How Efficient Are Solar Panels: A Brief Guide
Considering a DIY Solar System or looking to upgrade your current system? The first step in choosing the right equipment is understanding the basics of how solar works. This post will provide an overview of how solar panels convert light into usable electricity and solar panel efficiency.
- What is solar panel efficiency?
- How does a solar panel work?
- How efficient are solar panels now and then?
- Why does solar panel efficiency matter?
- Cost and environmental impact
- Module efficiency VS. Cell efficiency
What is solar panel efficiency?
How does a solar panel work?
A single solar panel consists of multiple photovoltaic (PV) cells, commonly referred to as solar cells. These wafer-like silicon cells are semiconductors that create electrical current when exposed to sunlight.
Solar cells typically have multiple silicon layers like a sandwich. These include a p-type silicon layer (or positive layer) and an n-type silicon layer (or negative layer). When the sun shines on a solar cell, it transfers the sun’s energy to negatively charged particles called electrons. The electrons flow between the p and n layers creating
electric current. This process is known as the Photovoltaic Effect.
(Fig 1. Identifying parts of P-N junction in a silicon solar cell.)
This current is then extracted through conductive metal contacts or electrodes. Individual solar cells are wired together to make a solar panel or module. Solar panels in-turn can be wired together to form a solar array to meet the energy needs of a home or vehicle.
How efficient are solar panels now and then?
Now that we’ve covered how solar panels create usable electricity, the next step is to understand how much power they produce. This will help you identify how many panels you’ll need to meet your energy needs.
Today you can find a wide variety of solar panels with efficiencies ranging between 15 and 22 percent. Solar efficiency has increased significantly in recent years with advances in materials and technology. The first selenium solar cell developed in 1883 by American inventor Charles Fritts, had an efficiency of just 1 percent. And for decades after that, advances were minimal.
(Fig 2. 1956 Bell Labs ads for solar battery system. Source: Sensei Alan from Flickr)
But in 1954, Daryl Chapin, Calvin Fuller, and Gerald Pearson developed a practical silicone cell that changed the game. This new silicone cell could convert enough solar energy into electricity to power electrical devices. Before long, Bell Laboratories invented a new silicone cell that initially achieved 4 percent efficiency but soon was up to 11 percent. Since then, new and better solar technologies have been introduced, such as half-cut and diode designs. These and other technologies are driving big advances in solar efficiency.
Why does solar panel efficiency matter?
Efficiency ratings can be tough to get your head around, even for the most knowledgeable solar consumers. Let’s take a look at how efficiency plays a central role in planning solar projects.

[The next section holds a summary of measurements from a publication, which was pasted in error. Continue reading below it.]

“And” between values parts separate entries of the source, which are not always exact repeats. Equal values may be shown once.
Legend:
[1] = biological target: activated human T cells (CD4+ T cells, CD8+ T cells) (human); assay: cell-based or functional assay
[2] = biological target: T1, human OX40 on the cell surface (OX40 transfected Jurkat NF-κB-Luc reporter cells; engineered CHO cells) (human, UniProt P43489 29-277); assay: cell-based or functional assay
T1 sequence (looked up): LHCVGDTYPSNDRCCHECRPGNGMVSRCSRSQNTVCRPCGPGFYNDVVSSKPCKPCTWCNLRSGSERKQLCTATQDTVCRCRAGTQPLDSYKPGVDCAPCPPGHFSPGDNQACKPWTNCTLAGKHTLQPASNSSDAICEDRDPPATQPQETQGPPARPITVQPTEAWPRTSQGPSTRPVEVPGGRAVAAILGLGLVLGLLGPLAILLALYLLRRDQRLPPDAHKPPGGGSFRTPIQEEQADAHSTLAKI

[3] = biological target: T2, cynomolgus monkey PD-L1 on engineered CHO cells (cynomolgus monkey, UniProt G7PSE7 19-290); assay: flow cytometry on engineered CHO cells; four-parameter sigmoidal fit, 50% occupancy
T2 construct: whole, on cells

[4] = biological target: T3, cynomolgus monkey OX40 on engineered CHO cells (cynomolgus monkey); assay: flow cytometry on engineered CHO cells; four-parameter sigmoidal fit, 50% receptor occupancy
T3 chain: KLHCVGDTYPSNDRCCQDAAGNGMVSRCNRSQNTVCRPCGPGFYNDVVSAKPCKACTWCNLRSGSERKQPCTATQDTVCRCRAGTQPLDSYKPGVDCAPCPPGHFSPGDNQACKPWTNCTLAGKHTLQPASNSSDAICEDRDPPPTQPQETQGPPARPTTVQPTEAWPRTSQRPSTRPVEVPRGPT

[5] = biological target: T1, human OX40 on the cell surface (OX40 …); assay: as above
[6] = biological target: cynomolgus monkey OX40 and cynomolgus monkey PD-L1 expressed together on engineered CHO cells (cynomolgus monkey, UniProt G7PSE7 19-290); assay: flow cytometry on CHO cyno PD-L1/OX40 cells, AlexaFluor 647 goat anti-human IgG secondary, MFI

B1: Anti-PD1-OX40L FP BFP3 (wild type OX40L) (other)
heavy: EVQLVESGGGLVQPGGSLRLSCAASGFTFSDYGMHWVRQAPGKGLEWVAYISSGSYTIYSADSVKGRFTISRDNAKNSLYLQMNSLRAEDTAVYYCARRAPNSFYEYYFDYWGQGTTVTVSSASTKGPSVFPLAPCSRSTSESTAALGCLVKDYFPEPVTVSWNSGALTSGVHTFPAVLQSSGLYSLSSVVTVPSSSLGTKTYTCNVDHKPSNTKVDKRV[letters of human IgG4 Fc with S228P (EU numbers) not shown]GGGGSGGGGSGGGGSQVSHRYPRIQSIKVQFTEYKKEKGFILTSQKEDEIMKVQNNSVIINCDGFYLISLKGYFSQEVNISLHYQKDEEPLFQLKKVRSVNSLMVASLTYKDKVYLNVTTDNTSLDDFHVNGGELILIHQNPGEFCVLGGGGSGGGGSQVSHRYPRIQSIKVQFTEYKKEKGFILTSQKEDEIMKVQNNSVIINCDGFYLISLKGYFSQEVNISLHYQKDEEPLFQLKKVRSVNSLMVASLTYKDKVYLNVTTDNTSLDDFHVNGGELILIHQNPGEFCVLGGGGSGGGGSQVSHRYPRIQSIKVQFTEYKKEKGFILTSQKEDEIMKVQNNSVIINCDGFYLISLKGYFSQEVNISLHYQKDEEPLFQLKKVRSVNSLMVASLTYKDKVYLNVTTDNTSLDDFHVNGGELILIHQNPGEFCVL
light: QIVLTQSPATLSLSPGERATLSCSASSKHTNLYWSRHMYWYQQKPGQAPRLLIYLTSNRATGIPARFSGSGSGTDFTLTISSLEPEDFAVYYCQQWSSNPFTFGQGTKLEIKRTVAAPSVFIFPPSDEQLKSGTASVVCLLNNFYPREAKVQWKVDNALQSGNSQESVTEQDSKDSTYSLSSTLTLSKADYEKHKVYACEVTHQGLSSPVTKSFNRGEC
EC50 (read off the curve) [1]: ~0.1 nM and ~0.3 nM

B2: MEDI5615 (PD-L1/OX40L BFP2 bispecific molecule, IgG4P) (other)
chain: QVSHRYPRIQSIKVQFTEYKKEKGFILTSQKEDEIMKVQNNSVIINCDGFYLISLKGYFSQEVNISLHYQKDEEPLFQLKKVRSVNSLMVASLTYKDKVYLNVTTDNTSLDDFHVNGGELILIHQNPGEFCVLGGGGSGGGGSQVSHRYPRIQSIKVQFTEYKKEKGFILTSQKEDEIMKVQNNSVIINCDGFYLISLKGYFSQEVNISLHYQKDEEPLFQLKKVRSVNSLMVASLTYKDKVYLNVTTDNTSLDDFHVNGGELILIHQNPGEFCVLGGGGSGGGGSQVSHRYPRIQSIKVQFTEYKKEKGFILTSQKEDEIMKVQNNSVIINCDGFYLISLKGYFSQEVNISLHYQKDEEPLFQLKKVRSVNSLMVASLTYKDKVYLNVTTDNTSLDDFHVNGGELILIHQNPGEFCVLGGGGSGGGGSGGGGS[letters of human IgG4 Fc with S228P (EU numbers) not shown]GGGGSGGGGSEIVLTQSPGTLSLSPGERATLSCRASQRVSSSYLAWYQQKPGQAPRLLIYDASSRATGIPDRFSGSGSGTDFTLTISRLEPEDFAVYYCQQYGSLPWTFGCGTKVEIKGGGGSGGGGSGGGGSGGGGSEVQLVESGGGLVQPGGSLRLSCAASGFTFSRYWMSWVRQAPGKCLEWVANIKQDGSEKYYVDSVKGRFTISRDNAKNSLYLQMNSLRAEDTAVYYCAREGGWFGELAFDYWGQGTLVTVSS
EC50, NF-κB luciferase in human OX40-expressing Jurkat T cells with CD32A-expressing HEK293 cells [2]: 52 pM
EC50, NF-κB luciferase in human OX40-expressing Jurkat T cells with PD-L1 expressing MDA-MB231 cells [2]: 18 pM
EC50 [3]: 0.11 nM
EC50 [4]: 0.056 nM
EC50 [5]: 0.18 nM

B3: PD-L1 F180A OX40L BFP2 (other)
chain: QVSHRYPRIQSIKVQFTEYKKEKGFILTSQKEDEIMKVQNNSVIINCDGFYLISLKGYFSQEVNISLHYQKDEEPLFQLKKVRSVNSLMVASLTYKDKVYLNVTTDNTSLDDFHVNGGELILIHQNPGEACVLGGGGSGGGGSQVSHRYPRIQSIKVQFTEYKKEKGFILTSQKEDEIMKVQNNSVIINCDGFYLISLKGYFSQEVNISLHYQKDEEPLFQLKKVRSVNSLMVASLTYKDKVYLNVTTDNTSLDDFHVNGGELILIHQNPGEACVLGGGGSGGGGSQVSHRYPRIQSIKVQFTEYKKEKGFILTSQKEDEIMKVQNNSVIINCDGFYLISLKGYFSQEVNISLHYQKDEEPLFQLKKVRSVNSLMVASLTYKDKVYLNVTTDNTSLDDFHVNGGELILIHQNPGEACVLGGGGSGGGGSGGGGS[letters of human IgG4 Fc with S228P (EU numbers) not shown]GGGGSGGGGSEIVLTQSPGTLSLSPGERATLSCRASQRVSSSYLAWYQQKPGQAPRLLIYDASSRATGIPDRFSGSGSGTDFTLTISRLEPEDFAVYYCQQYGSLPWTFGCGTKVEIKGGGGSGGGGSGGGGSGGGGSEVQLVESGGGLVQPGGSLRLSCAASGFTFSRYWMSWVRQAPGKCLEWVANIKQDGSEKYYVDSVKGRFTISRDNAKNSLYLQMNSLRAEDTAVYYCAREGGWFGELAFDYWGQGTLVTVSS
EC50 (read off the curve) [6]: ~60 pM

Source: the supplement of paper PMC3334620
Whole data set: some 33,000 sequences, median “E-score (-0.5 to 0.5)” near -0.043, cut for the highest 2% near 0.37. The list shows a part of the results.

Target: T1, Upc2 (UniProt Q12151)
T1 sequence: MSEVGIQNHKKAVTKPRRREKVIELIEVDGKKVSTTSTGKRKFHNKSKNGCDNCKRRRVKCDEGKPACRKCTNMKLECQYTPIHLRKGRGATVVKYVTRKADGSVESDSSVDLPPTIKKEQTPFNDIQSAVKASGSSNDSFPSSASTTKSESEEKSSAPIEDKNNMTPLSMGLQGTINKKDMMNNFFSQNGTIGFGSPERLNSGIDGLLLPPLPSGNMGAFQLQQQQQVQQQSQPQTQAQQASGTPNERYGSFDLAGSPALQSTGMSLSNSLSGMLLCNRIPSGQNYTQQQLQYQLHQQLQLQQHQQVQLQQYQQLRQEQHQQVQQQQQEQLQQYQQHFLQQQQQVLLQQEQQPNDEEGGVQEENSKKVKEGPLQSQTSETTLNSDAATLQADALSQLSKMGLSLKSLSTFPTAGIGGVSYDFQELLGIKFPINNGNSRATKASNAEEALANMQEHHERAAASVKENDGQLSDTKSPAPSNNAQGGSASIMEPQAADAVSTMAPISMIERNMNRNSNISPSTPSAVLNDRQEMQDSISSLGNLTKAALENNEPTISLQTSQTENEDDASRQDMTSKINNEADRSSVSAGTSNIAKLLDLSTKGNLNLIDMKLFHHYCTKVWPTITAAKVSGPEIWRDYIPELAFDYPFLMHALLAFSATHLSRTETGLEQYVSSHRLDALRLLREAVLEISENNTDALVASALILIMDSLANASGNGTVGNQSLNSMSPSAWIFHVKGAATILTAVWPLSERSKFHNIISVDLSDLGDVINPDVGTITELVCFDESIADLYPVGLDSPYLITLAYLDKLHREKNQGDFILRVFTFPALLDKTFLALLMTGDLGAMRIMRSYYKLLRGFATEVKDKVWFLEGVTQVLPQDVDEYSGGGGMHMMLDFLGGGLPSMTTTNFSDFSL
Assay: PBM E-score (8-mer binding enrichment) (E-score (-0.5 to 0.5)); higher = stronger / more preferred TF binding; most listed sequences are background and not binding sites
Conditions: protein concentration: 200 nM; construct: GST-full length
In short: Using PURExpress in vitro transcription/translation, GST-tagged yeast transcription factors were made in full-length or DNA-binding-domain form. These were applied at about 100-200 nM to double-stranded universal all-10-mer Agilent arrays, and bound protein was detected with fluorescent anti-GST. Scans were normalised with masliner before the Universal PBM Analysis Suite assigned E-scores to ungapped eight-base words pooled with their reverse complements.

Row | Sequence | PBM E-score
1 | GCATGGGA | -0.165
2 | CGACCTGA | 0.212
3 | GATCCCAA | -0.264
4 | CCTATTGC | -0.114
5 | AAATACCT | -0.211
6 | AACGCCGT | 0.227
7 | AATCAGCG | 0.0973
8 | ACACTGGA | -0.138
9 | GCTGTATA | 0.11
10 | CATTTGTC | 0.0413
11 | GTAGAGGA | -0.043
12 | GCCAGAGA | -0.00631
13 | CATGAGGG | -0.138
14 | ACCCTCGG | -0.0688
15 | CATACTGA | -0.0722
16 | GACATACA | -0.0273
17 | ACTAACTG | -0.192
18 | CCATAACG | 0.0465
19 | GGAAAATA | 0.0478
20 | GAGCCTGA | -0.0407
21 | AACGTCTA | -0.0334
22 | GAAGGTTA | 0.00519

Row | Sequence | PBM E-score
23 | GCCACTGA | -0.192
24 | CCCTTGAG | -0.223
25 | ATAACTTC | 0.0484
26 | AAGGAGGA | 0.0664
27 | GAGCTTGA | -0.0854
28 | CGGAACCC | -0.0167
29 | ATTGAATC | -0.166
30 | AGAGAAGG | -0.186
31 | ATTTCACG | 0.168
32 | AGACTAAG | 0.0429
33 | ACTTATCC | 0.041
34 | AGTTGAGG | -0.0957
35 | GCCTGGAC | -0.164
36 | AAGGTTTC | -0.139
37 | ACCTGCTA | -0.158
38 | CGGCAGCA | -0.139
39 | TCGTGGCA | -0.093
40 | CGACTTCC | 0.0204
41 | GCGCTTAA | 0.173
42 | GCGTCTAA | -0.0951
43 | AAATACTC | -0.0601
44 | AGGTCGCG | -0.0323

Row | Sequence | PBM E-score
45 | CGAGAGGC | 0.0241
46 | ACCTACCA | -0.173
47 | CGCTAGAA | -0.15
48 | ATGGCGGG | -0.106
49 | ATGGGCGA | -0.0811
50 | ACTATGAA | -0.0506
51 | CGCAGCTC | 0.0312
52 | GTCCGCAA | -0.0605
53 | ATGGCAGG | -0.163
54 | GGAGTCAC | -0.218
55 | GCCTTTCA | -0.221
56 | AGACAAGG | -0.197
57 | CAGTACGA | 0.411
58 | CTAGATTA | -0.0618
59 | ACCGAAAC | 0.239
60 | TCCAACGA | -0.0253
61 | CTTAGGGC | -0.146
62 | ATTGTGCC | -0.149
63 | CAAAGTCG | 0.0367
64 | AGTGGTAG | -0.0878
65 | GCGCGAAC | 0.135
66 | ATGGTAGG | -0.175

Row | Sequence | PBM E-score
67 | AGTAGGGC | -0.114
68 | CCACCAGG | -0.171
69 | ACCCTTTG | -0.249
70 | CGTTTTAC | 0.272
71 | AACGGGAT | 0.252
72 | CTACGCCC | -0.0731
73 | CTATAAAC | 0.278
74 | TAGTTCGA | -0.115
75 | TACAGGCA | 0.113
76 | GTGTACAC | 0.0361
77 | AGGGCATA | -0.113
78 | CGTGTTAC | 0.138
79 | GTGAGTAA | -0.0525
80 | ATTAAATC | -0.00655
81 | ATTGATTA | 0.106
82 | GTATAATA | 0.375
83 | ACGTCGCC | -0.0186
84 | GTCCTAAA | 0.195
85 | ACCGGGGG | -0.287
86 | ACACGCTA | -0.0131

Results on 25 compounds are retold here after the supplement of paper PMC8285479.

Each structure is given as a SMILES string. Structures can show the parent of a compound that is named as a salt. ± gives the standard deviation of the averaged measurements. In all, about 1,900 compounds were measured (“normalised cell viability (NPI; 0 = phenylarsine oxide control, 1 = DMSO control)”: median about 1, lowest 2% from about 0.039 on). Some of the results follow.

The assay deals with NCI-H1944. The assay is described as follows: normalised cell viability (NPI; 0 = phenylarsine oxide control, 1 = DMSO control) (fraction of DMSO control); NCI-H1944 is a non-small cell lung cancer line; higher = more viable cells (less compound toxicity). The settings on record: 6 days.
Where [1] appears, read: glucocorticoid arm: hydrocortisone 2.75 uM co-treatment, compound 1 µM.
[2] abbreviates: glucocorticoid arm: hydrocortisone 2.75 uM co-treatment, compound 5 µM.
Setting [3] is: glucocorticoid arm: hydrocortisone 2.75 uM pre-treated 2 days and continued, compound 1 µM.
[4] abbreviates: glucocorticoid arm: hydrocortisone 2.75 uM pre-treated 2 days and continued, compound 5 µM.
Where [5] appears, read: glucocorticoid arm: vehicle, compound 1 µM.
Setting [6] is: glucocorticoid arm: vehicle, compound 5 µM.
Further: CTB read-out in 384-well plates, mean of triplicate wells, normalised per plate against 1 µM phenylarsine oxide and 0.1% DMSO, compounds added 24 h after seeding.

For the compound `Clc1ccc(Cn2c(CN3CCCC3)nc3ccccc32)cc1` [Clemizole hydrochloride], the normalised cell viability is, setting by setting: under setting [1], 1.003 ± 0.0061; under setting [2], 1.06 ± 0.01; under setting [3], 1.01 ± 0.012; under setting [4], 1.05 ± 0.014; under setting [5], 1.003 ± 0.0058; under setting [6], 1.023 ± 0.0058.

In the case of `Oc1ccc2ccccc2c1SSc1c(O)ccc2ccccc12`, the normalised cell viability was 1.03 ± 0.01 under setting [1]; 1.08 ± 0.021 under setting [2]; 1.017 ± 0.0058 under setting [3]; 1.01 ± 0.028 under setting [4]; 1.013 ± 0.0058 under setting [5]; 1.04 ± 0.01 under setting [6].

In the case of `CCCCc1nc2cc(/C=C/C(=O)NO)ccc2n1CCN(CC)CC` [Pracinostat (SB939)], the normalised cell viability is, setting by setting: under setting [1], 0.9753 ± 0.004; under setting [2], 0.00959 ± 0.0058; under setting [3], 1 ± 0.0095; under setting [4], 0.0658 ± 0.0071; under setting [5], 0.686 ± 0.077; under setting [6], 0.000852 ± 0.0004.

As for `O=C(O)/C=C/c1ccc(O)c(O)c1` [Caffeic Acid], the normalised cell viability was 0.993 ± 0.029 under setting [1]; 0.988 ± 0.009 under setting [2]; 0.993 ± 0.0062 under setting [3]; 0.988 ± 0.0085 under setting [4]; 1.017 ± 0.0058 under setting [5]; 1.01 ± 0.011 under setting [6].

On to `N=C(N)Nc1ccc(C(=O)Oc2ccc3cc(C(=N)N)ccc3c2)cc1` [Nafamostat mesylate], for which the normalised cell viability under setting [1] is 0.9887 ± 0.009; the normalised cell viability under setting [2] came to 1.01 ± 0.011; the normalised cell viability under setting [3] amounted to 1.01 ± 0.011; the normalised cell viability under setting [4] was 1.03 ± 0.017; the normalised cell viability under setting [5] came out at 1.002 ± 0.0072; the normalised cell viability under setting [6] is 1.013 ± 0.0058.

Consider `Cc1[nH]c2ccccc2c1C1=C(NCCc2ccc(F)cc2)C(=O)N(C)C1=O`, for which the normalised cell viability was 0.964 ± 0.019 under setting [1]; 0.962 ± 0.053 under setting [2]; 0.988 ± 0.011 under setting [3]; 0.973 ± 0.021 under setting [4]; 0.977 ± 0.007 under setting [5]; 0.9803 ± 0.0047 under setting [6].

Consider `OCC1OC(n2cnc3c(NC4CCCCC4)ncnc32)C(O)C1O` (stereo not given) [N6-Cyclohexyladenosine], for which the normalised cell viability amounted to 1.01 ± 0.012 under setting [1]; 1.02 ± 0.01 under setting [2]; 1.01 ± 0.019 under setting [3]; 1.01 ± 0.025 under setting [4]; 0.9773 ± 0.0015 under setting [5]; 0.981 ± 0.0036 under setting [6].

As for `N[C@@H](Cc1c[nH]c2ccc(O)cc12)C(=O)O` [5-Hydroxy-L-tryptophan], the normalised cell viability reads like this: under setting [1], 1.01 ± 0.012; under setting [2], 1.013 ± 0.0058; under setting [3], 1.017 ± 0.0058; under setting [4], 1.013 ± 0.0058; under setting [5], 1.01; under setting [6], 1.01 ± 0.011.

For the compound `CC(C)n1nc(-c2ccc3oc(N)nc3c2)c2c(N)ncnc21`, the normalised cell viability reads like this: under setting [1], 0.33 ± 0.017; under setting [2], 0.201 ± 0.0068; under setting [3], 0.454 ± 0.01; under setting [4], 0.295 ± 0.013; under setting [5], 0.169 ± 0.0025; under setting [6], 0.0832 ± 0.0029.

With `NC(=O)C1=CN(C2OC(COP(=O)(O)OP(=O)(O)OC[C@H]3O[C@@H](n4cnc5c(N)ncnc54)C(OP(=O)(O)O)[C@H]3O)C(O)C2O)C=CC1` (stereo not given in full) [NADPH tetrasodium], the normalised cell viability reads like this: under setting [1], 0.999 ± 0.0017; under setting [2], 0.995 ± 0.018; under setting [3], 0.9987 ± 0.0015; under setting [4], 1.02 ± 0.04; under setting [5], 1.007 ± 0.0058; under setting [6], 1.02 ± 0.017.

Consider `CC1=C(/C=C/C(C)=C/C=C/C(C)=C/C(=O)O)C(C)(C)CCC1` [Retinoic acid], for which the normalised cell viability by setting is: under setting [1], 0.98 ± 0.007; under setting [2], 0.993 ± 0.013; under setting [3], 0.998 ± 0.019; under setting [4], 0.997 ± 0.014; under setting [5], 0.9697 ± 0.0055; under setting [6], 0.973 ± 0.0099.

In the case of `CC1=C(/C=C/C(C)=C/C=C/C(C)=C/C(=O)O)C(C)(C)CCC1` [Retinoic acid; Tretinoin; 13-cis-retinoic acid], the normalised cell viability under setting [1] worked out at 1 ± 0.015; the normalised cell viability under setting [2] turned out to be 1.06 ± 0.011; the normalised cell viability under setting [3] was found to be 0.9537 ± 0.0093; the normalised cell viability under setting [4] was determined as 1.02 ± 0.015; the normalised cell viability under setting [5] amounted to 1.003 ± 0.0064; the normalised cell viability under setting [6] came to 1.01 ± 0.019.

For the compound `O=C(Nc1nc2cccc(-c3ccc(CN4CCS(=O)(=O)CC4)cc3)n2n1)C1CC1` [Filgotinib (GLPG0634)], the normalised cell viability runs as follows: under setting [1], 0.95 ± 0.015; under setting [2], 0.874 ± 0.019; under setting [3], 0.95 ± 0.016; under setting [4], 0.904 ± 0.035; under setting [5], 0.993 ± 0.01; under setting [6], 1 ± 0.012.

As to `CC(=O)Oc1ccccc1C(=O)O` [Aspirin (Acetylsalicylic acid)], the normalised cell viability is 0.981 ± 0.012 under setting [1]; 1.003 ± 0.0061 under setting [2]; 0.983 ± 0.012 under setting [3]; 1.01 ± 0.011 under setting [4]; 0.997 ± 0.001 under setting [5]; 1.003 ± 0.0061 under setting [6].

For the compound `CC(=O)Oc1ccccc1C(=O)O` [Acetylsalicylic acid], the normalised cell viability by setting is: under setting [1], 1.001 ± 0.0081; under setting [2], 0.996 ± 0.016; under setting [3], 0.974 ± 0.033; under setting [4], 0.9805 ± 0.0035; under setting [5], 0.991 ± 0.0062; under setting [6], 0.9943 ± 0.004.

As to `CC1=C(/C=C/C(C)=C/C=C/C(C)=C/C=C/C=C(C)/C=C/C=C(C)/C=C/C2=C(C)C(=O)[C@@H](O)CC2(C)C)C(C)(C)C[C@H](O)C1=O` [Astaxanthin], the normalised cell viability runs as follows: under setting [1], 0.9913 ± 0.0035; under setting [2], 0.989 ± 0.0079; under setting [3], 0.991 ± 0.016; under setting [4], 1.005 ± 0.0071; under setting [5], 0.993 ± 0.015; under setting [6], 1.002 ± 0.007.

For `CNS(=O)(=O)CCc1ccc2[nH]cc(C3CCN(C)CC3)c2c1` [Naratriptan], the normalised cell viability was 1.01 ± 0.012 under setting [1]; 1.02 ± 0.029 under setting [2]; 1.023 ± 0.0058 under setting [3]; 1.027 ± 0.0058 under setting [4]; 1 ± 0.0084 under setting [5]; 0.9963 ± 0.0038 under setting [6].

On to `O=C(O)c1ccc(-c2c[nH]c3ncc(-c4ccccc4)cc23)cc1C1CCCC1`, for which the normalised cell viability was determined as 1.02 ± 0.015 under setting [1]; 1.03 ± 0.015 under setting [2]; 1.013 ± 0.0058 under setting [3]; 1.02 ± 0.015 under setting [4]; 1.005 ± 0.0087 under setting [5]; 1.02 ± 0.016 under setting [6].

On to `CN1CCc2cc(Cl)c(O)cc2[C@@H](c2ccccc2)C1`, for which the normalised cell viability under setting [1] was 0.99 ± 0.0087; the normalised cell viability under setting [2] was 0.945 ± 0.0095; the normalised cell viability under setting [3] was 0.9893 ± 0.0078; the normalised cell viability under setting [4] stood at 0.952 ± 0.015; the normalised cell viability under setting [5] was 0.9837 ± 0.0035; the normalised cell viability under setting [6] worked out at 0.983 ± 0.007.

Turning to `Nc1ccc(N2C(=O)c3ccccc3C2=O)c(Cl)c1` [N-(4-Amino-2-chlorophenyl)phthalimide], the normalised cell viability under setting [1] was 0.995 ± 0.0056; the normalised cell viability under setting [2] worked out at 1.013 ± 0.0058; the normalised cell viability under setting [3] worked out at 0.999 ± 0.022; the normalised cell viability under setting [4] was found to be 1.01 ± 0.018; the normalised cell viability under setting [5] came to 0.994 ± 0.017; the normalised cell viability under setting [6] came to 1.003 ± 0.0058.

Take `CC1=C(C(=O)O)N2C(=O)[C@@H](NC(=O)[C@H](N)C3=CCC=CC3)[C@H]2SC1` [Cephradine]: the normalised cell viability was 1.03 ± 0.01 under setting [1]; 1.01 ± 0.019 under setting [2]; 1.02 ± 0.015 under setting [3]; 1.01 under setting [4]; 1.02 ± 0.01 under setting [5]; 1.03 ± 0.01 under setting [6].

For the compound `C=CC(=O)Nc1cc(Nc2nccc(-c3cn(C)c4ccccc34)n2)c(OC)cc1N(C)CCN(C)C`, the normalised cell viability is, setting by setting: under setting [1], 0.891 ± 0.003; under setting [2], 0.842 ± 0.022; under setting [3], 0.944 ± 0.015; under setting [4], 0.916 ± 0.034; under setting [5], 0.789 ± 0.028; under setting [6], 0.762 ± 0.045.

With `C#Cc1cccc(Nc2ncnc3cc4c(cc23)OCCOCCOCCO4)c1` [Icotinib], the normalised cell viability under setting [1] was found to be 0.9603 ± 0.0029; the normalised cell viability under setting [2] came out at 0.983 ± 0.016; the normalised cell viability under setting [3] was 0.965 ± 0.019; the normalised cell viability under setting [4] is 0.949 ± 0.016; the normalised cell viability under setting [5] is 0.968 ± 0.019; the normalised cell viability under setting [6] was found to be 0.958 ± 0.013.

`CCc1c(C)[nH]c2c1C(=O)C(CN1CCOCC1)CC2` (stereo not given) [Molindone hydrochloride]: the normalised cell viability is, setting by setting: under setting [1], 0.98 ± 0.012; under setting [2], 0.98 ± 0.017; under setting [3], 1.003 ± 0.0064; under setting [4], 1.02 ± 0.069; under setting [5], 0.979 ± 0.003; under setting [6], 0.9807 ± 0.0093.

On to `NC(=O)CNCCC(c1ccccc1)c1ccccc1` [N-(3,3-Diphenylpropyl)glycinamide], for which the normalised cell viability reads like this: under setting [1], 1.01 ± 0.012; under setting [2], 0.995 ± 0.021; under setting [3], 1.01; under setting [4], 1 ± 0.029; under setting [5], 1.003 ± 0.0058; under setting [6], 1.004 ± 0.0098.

Using panels with higher efficiency lets you save space by using fewer panels to generate the same amount of power. That means you can fit a larger system with more power on the same available roof space.
(Fig 3. Comparing the roof space installed with PV module of different efficiency.)
The image above shows two different 1300W solar arrays. The right one uses 3 of Renogy’s latest 450W solar panels with efficiency up to 22.8%. It covers an area of 70 square feet. The one on the left uses 13 of Renogy’s classic 100W solar panels with efficiency of up to 22% and covers an area of 78.8 square feet. As you can see, higher efficiency panels save you roof space. That means you can fit a larger system with more power on your roof.
Cost and Environmental Impact
Choosing highly efficient solar panels is also beneficial to you and the environment. Using fewer panels means fewer resources for manufacturing and reduced impact of disposal. Processing silicon and turning it into wafers requires large amounts of energy.
When panels produce more energy your payback period is also shorter. According to Dutch researcher E.A. Alsema, it takes approximately 4 years for current multi-crystalline solar panels with 12% efficiency to achieve return on investment. In comparison, the payback time is reduced to only 2 years for solar panels with 14% efficiency.
(Fig 4. Energy payback for PV Modules of different efficiency. Data from https://www.nrel.gov/docs/fy04osti/35489.pdf)
Although the upfront investment for a complete
solar power system is significant, don’t forget that a solar panel usually lasts 20-30 years. Keep in mind how much you can save on utility bills by going solar. Once you consider how much you’re saving, it’s easy to see how your investment in solar will pay for itself in just a few years.